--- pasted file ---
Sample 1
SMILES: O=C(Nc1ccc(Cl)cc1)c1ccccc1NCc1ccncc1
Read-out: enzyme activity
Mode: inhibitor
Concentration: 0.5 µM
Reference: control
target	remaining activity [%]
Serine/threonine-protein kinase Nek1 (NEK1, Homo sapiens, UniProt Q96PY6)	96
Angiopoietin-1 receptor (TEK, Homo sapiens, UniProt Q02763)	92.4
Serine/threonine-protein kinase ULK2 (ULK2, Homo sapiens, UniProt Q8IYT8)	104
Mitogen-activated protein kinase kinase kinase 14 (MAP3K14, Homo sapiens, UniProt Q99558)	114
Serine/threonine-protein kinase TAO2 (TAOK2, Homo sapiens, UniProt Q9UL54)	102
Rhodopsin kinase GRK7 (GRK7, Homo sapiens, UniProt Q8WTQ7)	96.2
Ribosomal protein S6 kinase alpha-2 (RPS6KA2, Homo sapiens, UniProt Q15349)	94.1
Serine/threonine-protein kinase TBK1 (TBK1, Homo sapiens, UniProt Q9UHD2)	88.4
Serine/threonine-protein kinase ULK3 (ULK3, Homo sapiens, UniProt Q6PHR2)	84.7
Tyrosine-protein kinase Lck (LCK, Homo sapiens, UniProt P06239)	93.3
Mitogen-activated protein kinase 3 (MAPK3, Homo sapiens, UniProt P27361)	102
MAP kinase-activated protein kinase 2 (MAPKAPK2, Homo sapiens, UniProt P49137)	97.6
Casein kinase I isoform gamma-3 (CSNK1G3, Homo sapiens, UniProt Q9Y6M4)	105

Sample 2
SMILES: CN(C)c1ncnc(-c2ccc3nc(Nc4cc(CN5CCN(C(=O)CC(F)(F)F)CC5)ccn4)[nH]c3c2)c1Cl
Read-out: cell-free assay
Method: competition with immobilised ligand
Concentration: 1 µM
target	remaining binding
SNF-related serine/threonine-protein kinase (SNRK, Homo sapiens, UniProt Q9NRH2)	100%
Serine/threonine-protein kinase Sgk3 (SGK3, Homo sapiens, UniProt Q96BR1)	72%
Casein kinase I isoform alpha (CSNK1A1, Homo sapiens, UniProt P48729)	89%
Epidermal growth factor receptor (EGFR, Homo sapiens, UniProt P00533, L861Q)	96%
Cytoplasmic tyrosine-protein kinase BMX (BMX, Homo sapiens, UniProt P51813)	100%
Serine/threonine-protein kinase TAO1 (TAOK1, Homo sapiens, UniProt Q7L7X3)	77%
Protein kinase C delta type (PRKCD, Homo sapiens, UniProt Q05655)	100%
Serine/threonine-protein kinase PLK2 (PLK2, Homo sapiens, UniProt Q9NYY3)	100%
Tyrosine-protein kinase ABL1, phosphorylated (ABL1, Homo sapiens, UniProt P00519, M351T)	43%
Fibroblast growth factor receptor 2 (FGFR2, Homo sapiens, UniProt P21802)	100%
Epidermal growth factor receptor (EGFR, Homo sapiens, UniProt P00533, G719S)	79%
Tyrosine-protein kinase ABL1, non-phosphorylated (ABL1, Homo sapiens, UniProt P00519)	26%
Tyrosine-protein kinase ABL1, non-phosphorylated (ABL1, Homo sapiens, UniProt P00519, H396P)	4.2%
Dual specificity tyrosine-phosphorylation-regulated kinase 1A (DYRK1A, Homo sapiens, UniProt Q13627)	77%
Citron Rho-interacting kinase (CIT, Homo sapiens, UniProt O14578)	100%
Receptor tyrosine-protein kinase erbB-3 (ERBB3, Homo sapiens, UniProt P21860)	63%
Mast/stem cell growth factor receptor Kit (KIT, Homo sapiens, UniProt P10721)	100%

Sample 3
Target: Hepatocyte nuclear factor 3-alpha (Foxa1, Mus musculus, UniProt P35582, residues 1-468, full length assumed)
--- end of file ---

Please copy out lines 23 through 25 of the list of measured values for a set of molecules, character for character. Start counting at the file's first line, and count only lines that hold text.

Read-out: cell-free assay
Method: competition with immobilised ligand
Concentration: 1 µM